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Thread: What FM transmitters are being used?

  1. #21
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    Default Re: What FM transmitters are being used?

    Quote Originally Posted by Penfold View Post
    My .2 watt transmitter auction was closed down so I now have a 1watt transmitter coming my way. I know that it is illegal to broadcast more then 400ft (I believe it is that far). How could I get this transmitter running at a reduced broadcast range so I don't get the feds coming after me?

    Should I just put this transmitter back on ebay and get a belkin?
    Actually, it works out to about a maximum of 200 ft (radius). That was the old spec.
    Part 15 devices are now judged by received signal strength, but as few have field strength meters handy, the 200 ft rule will still work.
    Clearly the 1 watt units are way over the legal limit, and will easily broadcast a signal for several miles assuming a reasonably decent antenna, and no commercial stations on frequency.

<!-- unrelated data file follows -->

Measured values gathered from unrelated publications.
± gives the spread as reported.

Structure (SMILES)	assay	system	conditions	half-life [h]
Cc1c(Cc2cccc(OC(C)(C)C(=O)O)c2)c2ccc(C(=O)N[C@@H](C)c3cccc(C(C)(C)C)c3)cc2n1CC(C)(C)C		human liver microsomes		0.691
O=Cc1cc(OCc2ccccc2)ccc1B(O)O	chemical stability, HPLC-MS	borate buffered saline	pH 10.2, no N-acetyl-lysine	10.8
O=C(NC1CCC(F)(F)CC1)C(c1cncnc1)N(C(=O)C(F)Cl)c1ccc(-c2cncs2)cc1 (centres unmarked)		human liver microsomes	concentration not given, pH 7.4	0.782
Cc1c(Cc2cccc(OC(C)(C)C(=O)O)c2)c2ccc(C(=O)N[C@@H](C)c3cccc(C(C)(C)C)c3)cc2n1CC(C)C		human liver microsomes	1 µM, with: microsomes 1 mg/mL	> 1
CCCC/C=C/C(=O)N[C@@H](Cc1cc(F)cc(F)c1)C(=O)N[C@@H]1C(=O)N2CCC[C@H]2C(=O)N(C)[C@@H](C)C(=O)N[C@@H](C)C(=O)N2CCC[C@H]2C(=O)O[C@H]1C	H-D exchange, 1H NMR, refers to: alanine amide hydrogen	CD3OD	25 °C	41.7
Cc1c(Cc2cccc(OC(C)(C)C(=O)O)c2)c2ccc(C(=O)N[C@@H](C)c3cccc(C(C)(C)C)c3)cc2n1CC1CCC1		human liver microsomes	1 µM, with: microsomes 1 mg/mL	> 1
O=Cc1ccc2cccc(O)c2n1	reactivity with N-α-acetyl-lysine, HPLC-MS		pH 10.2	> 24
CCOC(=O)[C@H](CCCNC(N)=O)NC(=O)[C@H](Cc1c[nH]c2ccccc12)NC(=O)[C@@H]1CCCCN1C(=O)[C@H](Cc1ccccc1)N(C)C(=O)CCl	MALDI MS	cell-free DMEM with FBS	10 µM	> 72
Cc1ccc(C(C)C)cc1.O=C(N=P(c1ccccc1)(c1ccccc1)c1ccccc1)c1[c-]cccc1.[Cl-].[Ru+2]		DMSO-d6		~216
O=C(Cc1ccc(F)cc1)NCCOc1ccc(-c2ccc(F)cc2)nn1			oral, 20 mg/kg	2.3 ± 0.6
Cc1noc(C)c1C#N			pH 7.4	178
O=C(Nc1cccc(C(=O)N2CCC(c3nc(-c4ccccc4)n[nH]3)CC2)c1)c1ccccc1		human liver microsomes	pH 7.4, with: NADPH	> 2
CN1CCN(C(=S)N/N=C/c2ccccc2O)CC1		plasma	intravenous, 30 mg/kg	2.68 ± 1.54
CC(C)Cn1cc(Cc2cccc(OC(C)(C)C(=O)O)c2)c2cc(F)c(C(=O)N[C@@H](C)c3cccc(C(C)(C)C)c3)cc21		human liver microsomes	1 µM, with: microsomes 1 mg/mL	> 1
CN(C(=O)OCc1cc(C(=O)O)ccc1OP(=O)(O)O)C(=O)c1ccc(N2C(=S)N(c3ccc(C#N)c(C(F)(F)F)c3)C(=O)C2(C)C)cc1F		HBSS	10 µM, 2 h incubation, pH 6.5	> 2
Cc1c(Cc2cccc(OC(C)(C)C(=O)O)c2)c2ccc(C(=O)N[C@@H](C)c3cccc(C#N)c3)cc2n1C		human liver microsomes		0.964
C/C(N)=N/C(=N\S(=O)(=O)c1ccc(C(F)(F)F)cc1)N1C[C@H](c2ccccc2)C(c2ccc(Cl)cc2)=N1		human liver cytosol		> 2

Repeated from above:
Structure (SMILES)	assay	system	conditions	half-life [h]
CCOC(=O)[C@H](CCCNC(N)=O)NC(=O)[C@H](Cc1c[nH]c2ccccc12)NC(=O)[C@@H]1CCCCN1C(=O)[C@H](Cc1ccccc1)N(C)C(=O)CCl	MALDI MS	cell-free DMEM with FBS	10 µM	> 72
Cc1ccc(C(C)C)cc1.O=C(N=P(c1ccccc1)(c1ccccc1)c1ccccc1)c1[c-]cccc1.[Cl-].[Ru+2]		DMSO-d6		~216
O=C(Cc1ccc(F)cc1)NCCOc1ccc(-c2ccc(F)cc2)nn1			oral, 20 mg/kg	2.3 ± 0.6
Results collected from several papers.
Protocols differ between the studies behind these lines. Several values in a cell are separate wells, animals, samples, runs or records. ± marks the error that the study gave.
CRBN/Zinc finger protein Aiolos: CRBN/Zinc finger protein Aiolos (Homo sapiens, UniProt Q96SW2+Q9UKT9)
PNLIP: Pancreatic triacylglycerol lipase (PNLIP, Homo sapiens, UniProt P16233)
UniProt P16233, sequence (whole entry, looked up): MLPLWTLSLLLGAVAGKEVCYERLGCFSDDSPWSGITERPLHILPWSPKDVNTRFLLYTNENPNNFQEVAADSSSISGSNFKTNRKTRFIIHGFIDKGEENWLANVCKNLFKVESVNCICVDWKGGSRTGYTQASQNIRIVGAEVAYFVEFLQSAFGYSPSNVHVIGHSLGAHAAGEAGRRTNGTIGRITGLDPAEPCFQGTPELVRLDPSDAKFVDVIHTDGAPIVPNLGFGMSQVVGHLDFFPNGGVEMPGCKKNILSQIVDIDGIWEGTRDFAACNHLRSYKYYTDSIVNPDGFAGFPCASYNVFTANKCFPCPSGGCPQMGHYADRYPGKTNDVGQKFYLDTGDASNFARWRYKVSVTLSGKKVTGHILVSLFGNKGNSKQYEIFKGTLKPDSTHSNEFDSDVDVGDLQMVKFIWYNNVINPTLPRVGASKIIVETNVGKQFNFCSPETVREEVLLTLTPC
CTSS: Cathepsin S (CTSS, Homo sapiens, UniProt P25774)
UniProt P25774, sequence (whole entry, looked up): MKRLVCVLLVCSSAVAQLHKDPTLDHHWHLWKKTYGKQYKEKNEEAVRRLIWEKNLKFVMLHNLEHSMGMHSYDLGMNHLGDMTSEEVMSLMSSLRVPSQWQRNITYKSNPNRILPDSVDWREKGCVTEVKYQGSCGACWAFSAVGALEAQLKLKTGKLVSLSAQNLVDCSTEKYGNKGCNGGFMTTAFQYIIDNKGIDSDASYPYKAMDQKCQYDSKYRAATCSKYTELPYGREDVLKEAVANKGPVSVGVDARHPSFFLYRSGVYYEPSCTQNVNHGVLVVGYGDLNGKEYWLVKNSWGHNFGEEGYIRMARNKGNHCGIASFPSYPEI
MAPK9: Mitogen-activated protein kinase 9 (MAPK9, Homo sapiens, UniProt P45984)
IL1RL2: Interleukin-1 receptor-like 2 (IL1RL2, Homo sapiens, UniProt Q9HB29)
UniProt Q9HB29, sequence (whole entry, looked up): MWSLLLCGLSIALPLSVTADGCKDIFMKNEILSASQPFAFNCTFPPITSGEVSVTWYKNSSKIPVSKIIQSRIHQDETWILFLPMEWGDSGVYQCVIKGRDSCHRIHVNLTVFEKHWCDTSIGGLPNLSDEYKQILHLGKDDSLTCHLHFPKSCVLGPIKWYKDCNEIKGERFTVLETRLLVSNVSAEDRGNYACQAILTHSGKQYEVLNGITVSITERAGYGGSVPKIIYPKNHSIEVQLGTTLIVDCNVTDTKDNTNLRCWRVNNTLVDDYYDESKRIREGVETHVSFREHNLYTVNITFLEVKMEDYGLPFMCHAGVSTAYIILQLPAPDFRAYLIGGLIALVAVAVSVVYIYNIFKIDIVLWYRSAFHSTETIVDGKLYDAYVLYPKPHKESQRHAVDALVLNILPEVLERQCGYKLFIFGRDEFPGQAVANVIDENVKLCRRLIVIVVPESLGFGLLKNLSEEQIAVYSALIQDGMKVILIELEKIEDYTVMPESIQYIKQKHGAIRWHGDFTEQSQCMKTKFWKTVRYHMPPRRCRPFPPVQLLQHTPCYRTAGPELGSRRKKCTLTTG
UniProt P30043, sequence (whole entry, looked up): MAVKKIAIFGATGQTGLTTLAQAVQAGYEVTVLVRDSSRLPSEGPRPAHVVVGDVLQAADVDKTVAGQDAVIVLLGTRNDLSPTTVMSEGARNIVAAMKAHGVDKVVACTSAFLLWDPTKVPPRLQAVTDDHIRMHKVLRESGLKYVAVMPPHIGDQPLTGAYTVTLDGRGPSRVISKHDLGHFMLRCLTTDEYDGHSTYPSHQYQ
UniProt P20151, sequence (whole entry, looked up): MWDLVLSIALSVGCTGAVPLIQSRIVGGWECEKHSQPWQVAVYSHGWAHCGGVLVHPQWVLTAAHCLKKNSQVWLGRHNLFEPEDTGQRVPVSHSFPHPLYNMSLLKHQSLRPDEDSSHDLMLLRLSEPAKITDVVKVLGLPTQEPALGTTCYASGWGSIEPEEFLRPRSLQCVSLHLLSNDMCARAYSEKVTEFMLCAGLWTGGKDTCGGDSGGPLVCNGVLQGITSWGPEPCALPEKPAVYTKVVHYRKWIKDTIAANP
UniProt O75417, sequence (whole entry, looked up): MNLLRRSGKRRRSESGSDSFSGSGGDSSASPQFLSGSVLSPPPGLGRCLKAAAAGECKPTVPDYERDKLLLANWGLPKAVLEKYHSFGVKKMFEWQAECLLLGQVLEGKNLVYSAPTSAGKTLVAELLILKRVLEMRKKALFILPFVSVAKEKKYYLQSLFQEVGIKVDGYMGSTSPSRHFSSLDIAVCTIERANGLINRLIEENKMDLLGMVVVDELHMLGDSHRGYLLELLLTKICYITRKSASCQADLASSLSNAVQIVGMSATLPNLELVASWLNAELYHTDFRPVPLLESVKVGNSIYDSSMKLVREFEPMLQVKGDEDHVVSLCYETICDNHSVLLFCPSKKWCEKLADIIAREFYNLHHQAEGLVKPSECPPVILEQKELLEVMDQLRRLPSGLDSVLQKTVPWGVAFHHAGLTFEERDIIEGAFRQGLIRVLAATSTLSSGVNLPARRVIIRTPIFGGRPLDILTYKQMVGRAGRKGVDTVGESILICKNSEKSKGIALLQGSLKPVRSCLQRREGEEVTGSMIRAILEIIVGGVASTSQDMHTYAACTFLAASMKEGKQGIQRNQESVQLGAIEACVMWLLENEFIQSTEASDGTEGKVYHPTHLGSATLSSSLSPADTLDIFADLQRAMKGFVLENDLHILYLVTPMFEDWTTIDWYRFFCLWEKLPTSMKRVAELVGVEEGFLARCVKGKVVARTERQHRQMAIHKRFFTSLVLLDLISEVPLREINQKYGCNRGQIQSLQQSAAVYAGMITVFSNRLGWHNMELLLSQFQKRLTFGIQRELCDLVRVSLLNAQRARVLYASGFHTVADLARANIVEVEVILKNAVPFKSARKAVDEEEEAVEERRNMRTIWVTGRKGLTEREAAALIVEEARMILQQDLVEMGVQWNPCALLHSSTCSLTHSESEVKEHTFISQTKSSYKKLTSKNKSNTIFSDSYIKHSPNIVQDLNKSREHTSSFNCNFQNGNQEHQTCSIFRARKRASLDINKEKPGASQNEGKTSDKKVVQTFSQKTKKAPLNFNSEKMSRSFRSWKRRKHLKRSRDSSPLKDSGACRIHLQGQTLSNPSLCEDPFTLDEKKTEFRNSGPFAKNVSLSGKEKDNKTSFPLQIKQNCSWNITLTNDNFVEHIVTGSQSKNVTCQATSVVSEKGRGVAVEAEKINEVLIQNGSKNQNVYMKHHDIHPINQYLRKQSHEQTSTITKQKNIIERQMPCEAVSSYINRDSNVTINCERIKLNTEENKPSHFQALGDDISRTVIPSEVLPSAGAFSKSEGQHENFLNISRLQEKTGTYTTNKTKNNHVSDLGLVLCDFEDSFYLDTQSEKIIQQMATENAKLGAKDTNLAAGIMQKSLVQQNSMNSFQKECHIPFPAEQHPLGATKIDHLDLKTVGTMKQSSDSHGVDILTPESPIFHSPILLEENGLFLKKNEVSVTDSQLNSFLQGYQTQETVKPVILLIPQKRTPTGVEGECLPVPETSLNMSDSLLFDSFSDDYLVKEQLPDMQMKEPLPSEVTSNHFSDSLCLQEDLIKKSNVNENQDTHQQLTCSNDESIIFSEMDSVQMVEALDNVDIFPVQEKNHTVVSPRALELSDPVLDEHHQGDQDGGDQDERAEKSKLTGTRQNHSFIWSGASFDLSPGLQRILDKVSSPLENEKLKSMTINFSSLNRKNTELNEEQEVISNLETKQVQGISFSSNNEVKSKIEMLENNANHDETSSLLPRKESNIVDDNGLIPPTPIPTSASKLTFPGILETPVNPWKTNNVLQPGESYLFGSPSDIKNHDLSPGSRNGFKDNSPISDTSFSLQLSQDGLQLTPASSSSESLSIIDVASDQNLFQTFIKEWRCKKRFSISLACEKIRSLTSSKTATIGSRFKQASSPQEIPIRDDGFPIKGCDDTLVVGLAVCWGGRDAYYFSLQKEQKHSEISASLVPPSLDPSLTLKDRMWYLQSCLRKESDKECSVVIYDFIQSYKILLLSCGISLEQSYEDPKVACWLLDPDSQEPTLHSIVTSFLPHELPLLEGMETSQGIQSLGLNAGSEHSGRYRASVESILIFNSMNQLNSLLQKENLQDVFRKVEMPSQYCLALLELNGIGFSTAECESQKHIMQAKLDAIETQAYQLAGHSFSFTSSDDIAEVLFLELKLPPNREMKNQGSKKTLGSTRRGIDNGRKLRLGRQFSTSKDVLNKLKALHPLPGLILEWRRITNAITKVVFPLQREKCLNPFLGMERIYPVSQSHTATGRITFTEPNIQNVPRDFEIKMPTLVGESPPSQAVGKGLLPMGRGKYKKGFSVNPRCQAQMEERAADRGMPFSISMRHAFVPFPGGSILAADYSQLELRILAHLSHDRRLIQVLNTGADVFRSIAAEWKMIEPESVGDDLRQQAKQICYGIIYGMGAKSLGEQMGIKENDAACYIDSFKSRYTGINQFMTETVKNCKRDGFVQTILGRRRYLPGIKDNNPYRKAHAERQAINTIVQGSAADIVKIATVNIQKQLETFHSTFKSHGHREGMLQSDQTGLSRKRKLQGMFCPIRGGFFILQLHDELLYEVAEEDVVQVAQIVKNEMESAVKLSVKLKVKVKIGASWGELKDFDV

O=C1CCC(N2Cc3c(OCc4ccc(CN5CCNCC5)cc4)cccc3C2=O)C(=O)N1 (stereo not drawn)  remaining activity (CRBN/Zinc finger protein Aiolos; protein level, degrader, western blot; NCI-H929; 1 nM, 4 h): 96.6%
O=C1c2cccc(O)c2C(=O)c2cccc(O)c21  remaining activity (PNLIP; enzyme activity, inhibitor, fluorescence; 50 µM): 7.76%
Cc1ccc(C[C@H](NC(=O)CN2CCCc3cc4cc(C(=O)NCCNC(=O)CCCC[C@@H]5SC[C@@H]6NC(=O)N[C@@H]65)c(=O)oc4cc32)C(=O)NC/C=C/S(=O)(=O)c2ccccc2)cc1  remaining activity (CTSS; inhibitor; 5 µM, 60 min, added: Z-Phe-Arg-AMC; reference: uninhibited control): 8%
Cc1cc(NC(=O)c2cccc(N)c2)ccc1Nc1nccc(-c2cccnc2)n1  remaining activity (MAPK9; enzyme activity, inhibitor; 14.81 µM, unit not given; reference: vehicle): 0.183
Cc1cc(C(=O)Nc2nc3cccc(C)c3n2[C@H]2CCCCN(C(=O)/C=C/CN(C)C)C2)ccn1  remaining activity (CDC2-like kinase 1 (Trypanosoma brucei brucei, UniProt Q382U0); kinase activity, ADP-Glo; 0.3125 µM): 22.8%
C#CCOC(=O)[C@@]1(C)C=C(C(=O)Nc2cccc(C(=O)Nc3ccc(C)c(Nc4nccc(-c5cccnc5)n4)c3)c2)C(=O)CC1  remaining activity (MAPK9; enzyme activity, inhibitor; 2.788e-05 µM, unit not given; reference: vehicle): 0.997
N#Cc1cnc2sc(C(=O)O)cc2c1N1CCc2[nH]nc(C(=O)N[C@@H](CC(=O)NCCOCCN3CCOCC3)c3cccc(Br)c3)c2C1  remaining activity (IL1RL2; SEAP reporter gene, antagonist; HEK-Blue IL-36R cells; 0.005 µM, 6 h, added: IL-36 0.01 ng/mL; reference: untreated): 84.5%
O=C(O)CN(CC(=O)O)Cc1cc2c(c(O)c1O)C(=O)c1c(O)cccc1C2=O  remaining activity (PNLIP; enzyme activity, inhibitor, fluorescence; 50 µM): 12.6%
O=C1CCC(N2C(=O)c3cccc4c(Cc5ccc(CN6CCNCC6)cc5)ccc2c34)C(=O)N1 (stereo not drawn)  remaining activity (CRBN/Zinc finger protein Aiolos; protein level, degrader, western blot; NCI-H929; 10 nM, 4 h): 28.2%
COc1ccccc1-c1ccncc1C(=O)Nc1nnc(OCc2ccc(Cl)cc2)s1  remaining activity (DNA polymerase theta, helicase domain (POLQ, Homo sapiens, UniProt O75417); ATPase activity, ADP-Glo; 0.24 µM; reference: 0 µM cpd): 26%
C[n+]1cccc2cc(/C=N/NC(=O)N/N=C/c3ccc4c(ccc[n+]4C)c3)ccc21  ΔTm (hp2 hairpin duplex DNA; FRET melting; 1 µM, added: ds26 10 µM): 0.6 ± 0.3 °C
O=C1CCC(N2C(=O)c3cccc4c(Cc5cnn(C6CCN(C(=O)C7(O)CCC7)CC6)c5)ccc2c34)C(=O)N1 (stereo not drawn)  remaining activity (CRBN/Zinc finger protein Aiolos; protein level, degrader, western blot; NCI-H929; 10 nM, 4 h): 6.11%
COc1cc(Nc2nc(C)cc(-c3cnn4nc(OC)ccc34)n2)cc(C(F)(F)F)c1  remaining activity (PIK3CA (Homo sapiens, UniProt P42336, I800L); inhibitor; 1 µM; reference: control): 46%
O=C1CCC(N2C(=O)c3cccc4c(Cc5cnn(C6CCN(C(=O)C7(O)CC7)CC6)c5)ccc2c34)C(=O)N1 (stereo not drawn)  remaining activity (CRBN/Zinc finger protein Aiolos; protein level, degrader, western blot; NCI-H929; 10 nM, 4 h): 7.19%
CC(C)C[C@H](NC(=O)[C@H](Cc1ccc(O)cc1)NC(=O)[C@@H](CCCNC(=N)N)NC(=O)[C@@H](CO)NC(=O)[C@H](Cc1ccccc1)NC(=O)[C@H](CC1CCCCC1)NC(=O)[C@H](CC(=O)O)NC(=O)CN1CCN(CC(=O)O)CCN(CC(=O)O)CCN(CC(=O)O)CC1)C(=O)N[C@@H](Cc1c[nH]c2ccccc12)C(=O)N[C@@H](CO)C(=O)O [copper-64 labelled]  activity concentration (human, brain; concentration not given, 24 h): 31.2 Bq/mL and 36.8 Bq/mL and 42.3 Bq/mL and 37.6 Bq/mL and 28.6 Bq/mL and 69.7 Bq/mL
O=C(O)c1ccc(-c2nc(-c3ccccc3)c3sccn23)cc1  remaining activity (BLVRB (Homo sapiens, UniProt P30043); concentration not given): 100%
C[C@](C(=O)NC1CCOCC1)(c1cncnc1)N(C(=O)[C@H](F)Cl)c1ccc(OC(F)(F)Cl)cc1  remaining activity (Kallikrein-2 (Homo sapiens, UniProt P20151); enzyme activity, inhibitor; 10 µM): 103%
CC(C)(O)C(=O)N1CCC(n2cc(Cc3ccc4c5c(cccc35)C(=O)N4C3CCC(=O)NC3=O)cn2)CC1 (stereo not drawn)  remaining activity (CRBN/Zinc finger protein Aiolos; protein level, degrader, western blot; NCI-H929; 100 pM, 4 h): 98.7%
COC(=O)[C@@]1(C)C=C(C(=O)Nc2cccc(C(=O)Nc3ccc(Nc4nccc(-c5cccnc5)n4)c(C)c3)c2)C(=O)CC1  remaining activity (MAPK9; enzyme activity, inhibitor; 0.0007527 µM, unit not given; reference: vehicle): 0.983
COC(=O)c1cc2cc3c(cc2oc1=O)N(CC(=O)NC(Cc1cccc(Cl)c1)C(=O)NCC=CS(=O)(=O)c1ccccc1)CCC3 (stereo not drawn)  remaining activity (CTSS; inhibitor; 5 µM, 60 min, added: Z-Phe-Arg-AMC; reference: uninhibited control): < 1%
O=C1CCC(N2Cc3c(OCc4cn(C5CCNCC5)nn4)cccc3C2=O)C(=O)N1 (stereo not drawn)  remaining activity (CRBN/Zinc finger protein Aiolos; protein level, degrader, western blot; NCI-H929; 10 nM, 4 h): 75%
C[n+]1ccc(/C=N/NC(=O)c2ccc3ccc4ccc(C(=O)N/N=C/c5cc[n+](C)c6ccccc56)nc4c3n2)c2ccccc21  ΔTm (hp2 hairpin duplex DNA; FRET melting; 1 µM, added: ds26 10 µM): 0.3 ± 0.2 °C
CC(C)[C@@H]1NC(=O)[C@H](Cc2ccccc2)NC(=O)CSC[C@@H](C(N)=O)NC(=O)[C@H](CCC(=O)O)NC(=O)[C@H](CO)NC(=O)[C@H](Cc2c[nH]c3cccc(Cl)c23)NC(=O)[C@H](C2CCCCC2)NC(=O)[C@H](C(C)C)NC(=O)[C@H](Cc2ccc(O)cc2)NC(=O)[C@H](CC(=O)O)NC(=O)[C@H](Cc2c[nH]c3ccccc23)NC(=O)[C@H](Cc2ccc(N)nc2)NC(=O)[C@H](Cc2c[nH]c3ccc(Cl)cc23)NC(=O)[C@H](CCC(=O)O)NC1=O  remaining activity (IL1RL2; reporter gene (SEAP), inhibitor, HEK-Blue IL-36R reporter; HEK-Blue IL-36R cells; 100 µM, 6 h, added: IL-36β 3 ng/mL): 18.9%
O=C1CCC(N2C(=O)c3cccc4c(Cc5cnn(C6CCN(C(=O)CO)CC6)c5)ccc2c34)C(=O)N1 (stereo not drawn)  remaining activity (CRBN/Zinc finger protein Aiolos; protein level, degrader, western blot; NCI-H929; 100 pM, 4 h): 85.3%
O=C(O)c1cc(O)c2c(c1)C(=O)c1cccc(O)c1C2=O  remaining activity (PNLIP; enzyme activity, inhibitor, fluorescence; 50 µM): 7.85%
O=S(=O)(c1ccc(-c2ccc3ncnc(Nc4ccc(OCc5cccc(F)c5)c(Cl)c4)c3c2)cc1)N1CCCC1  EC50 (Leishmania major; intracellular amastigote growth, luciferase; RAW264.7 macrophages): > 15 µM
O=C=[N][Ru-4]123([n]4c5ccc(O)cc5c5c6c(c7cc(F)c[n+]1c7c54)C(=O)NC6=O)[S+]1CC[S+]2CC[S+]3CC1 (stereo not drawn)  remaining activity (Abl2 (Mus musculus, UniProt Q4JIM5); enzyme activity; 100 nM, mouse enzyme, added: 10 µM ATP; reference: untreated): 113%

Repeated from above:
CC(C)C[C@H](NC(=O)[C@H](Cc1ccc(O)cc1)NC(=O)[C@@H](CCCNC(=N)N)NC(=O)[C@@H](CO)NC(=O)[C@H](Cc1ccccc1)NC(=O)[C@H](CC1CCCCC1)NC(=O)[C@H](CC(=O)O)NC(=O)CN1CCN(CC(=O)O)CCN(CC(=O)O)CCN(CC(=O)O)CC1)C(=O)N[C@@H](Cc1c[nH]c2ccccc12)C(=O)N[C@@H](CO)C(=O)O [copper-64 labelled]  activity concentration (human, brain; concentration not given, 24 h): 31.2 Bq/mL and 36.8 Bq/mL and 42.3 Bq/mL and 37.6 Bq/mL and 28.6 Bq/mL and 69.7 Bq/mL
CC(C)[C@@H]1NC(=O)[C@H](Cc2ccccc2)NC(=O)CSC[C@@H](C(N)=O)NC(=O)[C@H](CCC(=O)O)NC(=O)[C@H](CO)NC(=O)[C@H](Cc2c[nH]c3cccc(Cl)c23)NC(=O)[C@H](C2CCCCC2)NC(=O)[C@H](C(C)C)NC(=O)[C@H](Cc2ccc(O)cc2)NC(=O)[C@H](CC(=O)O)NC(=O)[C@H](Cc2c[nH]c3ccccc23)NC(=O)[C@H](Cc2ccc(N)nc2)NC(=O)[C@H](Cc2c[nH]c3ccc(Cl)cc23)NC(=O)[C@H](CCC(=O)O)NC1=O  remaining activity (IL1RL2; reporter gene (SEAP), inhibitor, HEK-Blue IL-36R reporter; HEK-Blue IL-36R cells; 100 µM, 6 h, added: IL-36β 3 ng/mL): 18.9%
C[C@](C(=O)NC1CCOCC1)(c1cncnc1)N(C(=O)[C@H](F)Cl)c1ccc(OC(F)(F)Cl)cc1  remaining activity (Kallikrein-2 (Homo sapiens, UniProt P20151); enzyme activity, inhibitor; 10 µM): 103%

One class of low power licensed FM stations use 1 watt. Unfortunately licenses for such low power stations can not be obtained by individuals, which eliminates this as an option...
    Caveat emptor....
    Greg
    [URL="http://www.youngschristmas.com"]www.youngschristmas.com[/URL]

  2. #22
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    Default Re: What FM transmitters are being used?

    I've been using an FM-25B for two years with no problem (standard whip antenna.)

    This year I'm building an FM-100B (I just ordered it last week. ) The extra power and the microphone will be welcome additions.
    Thanks,
    Chuck

  3. #23
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    Default Re: What FM transmitters are being used?

    Would the use of attenuators bring down my broadcast range to around 200ft? If not then I think I will be better off putting this reciever up for sale and trying to get the 0.2watt transmitter.

  4. #24
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    Default Re: What FM transmitters are being used?

    I think an issue that some people may have with the eBay transmitter or the Ramsey is that they are not designed exceedingly well. The signal to noise ratio goes out acceptable capabilities of a FM receiver quickly (at least IMO....i'm not libel'ing here).

    Just as a precaution, I would recommend that anybody who is getting a transmitter over 10 mW is to at least go out and buy a signal strength meter that operates in the FM radio band. Keep attenuating the signal until you are within specs. If you no longer can hear the music clearly, that means you need a better transmitter with a higher SNR.